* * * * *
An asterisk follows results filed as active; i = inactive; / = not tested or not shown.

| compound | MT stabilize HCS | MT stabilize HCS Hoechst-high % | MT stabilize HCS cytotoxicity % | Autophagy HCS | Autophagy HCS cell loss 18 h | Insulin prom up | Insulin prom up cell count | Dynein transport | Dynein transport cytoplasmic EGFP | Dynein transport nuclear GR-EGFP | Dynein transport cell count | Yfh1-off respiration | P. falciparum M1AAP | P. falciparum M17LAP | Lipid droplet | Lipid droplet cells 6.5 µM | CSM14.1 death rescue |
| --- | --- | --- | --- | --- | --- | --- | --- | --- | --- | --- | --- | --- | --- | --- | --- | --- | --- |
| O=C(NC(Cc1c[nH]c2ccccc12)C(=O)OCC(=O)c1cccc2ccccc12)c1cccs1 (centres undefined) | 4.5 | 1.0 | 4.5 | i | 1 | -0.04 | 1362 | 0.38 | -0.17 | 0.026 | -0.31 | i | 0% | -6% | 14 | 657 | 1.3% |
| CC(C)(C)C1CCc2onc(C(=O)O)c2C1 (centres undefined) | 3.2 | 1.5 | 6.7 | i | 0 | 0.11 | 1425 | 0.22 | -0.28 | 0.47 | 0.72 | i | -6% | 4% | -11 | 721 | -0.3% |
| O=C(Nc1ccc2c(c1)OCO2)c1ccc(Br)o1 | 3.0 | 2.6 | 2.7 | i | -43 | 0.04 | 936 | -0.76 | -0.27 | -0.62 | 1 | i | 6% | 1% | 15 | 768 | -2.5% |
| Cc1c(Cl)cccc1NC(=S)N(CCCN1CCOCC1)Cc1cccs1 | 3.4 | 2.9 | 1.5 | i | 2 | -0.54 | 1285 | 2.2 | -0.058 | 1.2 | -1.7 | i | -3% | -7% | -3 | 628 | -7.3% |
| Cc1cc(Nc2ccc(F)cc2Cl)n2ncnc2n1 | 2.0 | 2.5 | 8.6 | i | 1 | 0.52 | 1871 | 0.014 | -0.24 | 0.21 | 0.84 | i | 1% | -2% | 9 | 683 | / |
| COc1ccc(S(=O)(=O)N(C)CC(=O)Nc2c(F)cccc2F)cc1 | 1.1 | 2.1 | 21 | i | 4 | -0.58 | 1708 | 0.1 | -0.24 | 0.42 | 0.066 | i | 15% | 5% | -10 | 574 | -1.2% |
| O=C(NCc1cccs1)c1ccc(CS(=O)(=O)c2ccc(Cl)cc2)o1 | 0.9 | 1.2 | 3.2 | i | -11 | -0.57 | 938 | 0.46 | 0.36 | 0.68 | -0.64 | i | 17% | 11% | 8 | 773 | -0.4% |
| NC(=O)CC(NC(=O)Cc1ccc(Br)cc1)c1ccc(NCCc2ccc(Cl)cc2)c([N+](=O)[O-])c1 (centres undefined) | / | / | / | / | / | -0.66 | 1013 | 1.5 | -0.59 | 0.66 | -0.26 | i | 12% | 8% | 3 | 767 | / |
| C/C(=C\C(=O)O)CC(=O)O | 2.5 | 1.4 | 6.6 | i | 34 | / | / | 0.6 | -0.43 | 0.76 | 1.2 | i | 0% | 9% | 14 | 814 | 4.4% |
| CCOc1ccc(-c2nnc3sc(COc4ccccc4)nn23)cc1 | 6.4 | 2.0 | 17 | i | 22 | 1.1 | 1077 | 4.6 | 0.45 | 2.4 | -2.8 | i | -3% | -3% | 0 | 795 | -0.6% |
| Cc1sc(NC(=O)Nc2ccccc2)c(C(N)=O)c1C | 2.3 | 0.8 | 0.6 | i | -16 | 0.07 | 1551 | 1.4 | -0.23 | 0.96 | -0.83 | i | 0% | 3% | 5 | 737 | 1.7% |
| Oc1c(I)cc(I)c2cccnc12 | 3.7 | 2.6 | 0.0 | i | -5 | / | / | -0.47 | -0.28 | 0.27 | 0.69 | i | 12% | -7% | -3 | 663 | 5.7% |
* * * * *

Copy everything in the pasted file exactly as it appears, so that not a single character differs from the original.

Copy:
An asterisk follows results filed as active; i = inactive; / = not tested or not shown.

| compound | MT stabilize HCS | MT stabilize HCS Hoechst-high % | MT stabilize HCS cytotoxicity % | Autophagy HCS | Autophagy HCS cell loss 18 h | Insulin prom up | Insulin prom up cell count | Dynein transport | Dynein transport cytoplasmic EGFP | Dynein transport nuclear GR-EGFP | Dynein transport cell count | Yfh1-off respiration | P. falciparum M1AAP | P. falciparum M17LAP | Lipid droplet | Lipid droplet cells 6.5 µM | CSM14.1 death rescue |
| --- | --- | --- | --- | --- | --- | --- | --- | --- | --- | --- | --- | --- | --- | --- | --- | --- | --- |
| O=C(NC(Cc1c[nH]c2ccccc12)C(=O)OCC(=O)c1cccc2ccccc12)c1cccs1 (centres undefined) | 4.5 | 1.0 | 4.5 | i | 1 | -0.04 | 1362 | 0.38 | -0.17 | 0.026 | -0.31 | i | 0% | -6% | 14 | 657 | 1.3% |
| CC(C)(C)C1CCc2onc(C(=O)O)c2C1 (centres undefined) | 3.2 | 1.5 | 6.7 | i | 0 | 0.11 | 1425 | 0.22 | -0.28 | 0.47 | 0.72 | i | -6% | 4% | -11 | 721 | -0.3% |
| O=C(Nc1ccc2c(c1)OCO2)c1ccc(Br)o1 | 3.0 | 2.6 | 2.7 | i | -43 | 0.04 | 936 | -0.76 | -0.27 | -0.62 | 1 | i | 6% | 1% | 15 | 768 | -2.5% |
| Cc1c(Cl)cccc1NC(=S)N(CCCN1CCOCC1)Cc1cccs1 | 3.4 | 2.9 | 1.5 | i | 2 | -0.54 | 1285 | 2.2 | -0.058 | 1.2 | -1.7 | i | -3% | -7% | -3 | 628 | -7.3% |
| Cc1cc(Nc2ccc(F)cc2Cl)n2ncnc2n1 | 2.0 | 2.5 | 8.6 | i | 1 | 0.52 | 1871 | 0.014 | -0.24 | 0.21 | 0.84 | i | 1% | -2% | 9 | 683 | / |
| COc1ccc(S(=O)(=O)N(C)CC(=O)Nc2c(F)cccc2F)cc1 | 1.1 | 2.1 | 21 | i | 4 | -0.58 | 1708 | 0.1 | -0.24 | 0.42 | 0.066 | i | 15% | 5% | -10 | 574 | -1.2% |
| O=C(NCc1cccs1)c1ccc(CS(=O)(=O)c2ccc(Cl)cc2)o1 | 0.9 | 1.2 | 3.2 | i | -11 | -0.57 | 938 | 0.46 | 0.36 | 0.68 | -0.64 | i | 17% | 11% | 8 | 773 | -0.4% |
| NC(=O)CC(NC(=O)Cc1ccc(Br)cc1)c1ccc(NCCc2ccc(Cl)cc2)c([N+](=O)[O-])c1 (centres undefined) | / | / | / | / | / | -0.66 | 1013 | 1.5 | -0.59 | 0.66 | -0.26 | i | 12% | 8% | 3 | 767 | / |
| C/C(=C\C(=O)O)CC(=O)O | 2.5 | 1.4 | 6.6 | i | 34 | / | / | 0.6 | -0.43 | 0.76 | 1.2 | i | 0% | 9% | 14 | 814 | 4.4% |
| CCOc1ccc(-c2nnc3sc(COc4ccccc4)nn23)cc1 | 6.4 | 2.0 | 17 | i | 22 | 1.1 | 1077 | 4.6 | 0.45 | 2.4 | -2.8 | i | -3% | -3% | 0 | 795 | -0.6% |
| Cc1sc(NC(=O)Nc2ccccc2)c(C(N)=O)c1C | 2.3 | 0.8 | 0.6 | i | -16 | 0.07 | 1551 | 1.4 | -0.23 | 0.96 | -0.83 | i | 0% | 3% | 5 | 737 | 1.7% |
| Oc1c(I)cc(I)c2cccnc12 | 3.7 | 2.6 | 0.0 | i | -5 | / | / | -0.47 | -0.28 | 0.27 | 0.69 | i | 12% | -7% | -3 | 663 | 5.7% |